891 F2d 788 Gallegos v. Lyng
891 F.2d 788
Lou GALLEGOS, Secretary, New Mexico Human Services
Department, Plaintiff-Appellant, Cross-Appellee,
Richard LYNG, Secretary-Designate of the United States
Department of Agriculture, Defendant-Appellee,
Nos. 88-1367, 88-1370.
United States Court of Appeals,
Dec. 15, 1989.
Submitted on the Briefs:*
Jennifer A. Salisbury, Gen. Counsel, and Dale S. Morritz, Asst. Gen. Counsel, New Mexico Human Services Dept., Santa Fe, N.M., on the briefs, for plaintiff-appellant, cross-appellee.
John R. Bolton, Asst. Atty. Gen., John Koch, Office of Gen. Counsel, Dept. of Agriculture, Washington, D.C.; William L. Lutz, U.S. Atty., Albuquerque, New Mexico; William Kanter and Bruce G. Forrest, Dept. of Justice, Washington, D.C., on the briefs, for defendant-appellee, cross-appellant.
Before MOORE, ANDERSON and BRORBY, Circuit Judges.
BRORBY, Circuit Judge.
This is an appeal and cross-appeal from an order granting summary judgment of the United States District Court for the District of New Mexico. Appellant/Cross-Appellee, Lou Gallegos, Secretary of the New Mexico Human Services Department and Plaintiff below, appeals the district court's ruling that the Department of Agriculture's food stamp mail loss tolerance regulation, 7 C.F.R. § 274.3(c)(4), is not arbitrary and capricious and was promulgated in accordance with law. Appellee/Cross-Appellant, Richard Lyng, Secretary of the United States Department of Agriculture and Defendant below, appeals the court's order prohibiting him from charging the State of New Mexico interest on the unpaid amounts assessed under the regulation. This court agrees that the contested regulation is not arbitrary and capricious and was promulgated lawfully, but reverses on the interest issue.
The food stamp program is a federal-state cooperative endeavor established by 7 U.S.C. §§ 2011-2030 (1988). Section 2013(c) authorizes the Secretary of Agriculture to issue such regulations "as he deems necessary or appropriate for the efficient administration" of the food stamp program. Food stamp regulations must be promulgated according to the notice and comment requirements of the Administrative Procedure Act. 5 U.S.C. § 553 (1988). The Food and Nutrition ServiceS of the Department of Agriculture sets eligibility and benefits standards for participation in the program. 7 U.S.C. § 2014(b). Under FNS regulations, participating states can choose among several delivery systems, including mail delivery, for distributing coupons to recipients.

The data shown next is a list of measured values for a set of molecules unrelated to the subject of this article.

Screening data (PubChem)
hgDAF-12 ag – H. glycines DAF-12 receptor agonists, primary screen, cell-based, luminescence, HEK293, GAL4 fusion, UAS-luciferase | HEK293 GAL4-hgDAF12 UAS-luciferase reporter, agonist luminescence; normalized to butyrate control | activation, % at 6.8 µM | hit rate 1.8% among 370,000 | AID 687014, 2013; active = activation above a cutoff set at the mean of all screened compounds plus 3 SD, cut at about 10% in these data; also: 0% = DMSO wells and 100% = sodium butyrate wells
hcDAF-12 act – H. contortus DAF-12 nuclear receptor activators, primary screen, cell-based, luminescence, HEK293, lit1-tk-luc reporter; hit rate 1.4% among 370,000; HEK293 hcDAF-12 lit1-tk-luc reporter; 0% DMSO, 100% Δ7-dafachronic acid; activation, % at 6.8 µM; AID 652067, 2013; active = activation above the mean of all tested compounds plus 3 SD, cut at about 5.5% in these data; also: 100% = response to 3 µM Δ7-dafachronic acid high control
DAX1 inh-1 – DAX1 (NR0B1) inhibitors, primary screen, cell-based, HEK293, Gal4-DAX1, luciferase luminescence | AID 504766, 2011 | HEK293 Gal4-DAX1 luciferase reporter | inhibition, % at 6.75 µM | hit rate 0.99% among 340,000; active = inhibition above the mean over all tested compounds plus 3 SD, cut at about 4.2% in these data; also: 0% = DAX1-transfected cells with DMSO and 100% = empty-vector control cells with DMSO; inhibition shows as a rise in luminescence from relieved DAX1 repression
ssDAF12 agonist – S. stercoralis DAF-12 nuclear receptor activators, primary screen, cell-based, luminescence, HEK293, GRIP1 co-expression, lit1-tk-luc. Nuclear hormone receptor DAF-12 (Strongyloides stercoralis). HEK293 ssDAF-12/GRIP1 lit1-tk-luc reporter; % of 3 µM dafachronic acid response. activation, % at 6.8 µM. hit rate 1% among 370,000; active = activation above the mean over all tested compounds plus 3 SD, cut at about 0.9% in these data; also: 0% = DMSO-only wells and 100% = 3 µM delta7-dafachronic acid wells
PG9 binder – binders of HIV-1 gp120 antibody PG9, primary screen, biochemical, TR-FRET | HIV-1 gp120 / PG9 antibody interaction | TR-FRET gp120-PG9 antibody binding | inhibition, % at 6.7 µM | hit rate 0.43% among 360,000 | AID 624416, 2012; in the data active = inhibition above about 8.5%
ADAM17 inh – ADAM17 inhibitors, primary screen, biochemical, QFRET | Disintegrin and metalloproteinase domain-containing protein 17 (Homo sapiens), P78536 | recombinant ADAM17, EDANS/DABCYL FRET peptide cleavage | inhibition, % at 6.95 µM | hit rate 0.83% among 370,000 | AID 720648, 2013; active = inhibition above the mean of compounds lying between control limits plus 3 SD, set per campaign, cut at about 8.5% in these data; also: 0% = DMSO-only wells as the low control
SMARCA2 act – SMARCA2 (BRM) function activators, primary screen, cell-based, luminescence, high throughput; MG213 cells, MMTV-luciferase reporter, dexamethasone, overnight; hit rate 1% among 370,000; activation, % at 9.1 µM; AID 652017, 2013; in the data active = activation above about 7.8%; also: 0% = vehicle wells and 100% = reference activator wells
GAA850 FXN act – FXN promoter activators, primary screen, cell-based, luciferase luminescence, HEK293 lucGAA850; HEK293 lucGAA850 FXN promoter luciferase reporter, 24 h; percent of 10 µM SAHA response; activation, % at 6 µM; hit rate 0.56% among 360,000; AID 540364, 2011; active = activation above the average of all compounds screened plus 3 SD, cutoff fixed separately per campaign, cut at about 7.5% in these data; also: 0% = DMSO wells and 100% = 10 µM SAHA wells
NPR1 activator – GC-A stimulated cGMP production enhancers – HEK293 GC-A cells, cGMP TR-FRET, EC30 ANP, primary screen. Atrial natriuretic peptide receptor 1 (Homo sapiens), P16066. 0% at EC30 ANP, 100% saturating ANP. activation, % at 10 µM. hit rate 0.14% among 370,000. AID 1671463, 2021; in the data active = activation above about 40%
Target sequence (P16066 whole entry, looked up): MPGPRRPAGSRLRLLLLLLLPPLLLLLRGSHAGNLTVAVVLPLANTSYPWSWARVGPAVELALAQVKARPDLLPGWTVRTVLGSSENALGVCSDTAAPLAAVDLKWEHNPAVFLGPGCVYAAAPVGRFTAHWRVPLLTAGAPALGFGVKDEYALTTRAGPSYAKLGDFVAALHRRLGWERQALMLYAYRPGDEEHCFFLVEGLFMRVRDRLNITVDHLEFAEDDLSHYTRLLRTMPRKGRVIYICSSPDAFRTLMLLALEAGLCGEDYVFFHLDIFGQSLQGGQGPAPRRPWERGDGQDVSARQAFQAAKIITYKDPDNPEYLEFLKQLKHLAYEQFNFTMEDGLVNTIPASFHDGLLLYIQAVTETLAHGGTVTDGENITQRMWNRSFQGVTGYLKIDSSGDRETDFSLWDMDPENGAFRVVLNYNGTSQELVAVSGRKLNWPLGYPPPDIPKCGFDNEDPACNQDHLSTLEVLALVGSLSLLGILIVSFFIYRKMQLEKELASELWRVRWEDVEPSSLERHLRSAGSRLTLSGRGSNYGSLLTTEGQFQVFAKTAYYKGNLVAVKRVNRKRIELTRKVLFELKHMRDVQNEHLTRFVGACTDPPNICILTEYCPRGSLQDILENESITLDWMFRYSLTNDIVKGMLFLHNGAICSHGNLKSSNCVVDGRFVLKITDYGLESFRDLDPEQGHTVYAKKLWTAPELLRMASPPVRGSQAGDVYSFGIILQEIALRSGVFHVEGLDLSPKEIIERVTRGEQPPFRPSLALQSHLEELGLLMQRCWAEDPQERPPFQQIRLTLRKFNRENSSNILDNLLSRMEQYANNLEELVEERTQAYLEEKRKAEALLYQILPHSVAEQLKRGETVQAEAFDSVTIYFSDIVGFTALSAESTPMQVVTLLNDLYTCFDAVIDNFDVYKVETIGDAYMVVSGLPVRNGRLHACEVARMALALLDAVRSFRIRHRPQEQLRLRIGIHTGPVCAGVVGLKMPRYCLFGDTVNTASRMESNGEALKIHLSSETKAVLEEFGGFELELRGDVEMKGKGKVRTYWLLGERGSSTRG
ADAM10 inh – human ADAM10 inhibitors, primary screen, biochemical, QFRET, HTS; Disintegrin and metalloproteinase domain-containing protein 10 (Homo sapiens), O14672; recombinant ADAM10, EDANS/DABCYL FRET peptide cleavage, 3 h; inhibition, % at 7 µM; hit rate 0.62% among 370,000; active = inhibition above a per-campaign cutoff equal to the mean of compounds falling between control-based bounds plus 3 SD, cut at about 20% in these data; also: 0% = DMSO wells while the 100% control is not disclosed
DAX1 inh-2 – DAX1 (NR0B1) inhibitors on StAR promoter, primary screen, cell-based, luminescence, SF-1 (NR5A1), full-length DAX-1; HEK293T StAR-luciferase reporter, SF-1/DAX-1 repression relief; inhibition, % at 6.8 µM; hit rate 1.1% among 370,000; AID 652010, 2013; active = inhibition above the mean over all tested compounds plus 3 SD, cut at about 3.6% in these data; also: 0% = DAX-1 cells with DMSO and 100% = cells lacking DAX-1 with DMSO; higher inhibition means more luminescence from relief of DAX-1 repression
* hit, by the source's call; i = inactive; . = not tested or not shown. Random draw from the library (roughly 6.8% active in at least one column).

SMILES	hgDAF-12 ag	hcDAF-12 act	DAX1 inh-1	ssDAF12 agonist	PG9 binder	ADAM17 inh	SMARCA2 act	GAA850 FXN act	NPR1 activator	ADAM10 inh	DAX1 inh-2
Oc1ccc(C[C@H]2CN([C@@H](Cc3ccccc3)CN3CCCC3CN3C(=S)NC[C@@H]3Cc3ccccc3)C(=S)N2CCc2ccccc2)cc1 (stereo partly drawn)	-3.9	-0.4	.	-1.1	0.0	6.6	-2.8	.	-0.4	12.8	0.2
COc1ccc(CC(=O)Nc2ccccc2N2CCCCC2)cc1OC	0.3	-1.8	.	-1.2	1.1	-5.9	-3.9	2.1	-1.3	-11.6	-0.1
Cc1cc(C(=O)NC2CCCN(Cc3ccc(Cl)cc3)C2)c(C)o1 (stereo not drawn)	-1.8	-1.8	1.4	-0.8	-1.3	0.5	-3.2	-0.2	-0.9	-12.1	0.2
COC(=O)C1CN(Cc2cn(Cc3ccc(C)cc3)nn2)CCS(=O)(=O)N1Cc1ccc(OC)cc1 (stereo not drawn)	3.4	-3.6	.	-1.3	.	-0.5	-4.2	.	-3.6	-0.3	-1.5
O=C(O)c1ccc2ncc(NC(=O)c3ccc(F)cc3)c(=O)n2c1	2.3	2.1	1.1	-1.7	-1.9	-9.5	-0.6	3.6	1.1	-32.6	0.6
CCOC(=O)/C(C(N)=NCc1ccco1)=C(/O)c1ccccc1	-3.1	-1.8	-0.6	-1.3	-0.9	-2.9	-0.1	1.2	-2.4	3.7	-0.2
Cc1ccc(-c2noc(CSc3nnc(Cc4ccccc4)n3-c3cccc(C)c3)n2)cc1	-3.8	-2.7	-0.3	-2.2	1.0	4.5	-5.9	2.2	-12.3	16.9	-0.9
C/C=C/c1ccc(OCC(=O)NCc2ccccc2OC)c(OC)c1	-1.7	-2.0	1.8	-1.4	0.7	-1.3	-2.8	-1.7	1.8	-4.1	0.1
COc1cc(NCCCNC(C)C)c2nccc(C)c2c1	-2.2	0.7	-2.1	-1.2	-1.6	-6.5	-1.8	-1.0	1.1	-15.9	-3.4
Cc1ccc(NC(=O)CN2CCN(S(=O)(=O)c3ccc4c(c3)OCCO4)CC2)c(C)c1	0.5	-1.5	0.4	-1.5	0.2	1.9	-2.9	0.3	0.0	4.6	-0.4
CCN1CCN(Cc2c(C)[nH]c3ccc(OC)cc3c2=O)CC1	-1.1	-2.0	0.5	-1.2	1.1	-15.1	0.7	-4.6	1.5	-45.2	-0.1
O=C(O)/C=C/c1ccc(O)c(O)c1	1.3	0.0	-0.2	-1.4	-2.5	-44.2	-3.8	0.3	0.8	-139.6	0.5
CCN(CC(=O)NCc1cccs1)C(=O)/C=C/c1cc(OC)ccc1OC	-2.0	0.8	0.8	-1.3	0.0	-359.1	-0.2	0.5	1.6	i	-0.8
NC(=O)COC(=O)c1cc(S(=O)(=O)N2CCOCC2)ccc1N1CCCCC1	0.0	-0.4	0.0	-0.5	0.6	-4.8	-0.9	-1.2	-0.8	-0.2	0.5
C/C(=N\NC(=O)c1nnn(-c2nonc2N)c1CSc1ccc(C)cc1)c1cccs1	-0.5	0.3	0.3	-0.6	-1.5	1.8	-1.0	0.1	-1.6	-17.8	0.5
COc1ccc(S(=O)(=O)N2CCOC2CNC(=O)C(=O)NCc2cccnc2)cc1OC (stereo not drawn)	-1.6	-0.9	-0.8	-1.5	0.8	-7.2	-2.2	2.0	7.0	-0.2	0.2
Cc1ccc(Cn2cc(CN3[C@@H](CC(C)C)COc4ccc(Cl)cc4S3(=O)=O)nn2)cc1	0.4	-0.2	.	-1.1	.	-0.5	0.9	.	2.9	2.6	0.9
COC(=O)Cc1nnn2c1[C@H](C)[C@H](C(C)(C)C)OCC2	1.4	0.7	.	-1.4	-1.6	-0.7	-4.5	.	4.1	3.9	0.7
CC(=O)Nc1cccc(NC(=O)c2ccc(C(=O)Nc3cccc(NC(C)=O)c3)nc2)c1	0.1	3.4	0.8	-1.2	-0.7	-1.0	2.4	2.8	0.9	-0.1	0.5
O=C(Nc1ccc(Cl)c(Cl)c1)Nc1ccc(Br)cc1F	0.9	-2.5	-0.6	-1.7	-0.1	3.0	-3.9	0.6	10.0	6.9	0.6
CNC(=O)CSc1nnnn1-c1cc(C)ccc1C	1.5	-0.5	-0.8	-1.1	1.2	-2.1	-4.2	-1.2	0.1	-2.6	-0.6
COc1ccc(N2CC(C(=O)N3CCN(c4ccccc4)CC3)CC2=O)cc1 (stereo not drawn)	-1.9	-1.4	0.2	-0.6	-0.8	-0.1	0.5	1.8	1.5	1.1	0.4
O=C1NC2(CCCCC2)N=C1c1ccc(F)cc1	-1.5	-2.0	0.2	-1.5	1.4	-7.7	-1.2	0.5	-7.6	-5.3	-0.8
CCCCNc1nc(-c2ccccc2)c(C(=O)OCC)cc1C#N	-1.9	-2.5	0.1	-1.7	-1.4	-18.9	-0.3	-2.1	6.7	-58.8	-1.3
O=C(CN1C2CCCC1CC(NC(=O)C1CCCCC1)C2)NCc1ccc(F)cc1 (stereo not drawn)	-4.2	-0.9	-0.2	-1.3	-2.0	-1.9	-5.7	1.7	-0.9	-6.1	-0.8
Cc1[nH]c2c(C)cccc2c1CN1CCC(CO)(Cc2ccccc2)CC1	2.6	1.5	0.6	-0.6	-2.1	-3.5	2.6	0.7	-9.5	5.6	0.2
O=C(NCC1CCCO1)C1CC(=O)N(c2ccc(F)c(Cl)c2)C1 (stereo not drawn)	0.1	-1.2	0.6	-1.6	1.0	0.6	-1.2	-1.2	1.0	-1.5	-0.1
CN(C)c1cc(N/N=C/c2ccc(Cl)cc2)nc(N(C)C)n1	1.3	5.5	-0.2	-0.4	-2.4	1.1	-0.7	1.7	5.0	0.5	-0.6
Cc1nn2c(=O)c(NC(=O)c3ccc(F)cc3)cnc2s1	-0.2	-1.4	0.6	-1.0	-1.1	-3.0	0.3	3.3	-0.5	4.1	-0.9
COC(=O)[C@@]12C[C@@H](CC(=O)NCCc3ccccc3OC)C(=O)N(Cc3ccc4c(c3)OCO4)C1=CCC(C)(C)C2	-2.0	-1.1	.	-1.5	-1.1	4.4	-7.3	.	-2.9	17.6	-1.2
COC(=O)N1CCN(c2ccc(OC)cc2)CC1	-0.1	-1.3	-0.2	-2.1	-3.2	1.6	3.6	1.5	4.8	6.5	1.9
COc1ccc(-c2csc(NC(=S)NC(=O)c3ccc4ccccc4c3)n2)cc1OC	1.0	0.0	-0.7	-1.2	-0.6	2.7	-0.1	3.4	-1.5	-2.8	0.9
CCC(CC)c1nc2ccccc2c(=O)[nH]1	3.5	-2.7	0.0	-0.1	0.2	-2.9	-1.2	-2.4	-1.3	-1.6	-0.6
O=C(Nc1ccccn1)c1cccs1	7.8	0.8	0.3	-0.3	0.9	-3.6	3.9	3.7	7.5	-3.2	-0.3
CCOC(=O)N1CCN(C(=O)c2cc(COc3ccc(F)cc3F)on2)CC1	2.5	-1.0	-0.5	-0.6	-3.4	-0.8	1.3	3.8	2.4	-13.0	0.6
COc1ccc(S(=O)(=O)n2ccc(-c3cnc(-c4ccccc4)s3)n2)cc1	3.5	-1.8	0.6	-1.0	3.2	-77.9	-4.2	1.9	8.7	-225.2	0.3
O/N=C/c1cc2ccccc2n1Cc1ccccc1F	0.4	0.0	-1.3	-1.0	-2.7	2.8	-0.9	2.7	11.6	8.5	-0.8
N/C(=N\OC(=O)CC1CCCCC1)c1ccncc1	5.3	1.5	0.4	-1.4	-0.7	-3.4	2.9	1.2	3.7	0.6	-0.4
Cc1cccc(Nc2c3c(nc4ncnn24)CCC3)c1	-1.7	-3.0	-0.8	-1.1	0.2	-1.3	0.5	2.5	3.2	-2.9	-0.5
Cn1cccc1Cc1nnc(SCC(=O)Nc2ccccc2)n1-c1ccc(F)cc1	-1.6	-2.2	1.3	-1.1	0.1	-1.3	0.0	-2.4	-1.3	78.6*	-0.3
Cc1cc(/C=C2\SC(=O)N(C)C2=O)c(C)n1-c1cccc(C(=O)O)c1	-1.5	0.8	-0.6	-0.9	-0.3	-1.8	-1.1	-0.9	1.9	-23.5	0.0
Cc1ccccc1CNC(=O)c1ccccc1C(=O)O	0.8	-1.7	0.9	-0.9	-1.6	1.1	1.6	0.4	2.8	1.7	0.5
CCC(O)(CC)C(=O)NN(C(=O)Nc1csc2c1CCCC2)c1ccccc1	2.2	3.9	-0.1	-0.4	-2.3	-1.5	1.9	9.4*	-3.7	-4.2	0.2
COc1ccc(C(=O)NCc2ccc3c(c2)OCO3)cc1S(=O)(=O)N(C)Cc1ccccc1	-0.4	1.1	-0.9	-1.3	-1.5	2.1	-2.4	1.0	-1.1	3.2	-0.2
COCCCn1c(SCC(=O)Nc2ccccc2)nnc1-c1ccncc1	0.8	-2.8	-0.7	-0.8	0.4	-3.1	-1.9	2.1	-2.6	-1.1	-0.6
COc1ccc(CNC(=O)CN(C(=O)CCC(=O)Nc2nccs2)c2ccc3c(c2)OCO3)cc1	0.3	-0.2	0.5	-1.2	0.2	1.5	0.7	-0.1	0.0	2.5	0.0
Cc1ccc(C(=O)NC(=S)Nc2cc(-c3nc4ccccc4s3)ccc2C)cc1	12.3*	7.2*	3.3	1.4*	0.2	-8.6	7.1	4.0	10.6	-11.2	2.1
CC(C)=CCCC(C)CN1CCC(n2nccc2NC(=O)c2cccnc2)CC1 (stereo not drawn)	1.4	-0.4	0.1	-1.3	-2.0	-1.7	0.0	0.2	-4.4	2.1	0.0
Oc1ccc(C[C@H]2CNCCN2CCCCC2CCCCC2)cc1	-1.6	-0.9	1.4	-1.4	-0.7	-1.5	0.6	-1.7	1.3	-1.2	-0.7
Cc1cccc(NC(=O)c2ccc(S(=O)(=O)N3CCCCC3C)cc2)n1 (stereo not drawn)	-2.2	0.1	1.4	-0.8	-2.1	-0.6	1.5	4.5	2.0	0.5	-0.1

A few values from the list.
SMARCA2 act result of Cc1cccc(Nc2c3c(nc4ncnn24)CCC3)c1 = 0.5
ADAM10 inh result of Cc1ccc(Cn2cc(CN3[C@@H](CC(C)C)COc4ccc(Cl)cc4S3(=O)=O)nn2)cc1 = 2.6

Under prior rules, FNS assumed full financial liability for replacing coupons lost in the mail. Current regulations, however, establish essentially a cost-sharing approach, under which participating states are liable to FNS for coupons lost in the mails in excess of certain tolerance levels. See 7 C.F.R. § 274.3 (1988). FNS established the tolerance levels after studying mail loss data for the years 1979-81. The thresholds were established "to give State agencies a significant and realistic incentive to reduce [mail] losses." 47 Fed.Reg. 50,682 (1982). FNS received several comments on the proposed regulations urging that the states should not be liable for mail losses "directly related to Postal Service operations." 48 Fed.Reg. 15,223, 15,225 (1983). The final rule rejected that proposal, but FNS stated in its preamble to the final regulations that the issue would be reexamined in the future "to determine if regulatory changes are needed." Id. at 15,225. FNS also rejected a suggestion that mail losses be reported on a statewide basis. FNS favored reporting on the basis of smaller units because that would serve better to identify the source of the mail losses. See 48 Fed.Reg. at 15,22 4. The current regulation provides that FNS will work with the state agency to identify an appropriate subdivision below the state level for reporting purposes. FNS "reserves the right to make the final determination on reporting requirements and on administrative divisions within the state for the purpose of determining and assessing liability for mail issuance losses." 7 C.F.R. § 274.3(c)(4)(v).
The State of New Mexico has incurred mail losses that exceed the tolerance level. Brief of Appellee/Cross-Appellant at 7 and n. 6. The state Human Services Department brought this suit for declaratory and injunctive relief challenging the FNS regulation as arbitrary and capricious, alleging that the regulatory scheme is counter to the governing statute. The State contends the regulation improperly attempts to shift food stamp costs from the federal government to the states and to impose liability on the states even though no loss to the federal government has occurred and in spite of the lack of any fault of the states. New Mexico also charges that the regulation was promulgated unlawfully in that FNS failed adequately to consider important aspects of the mail loss problem.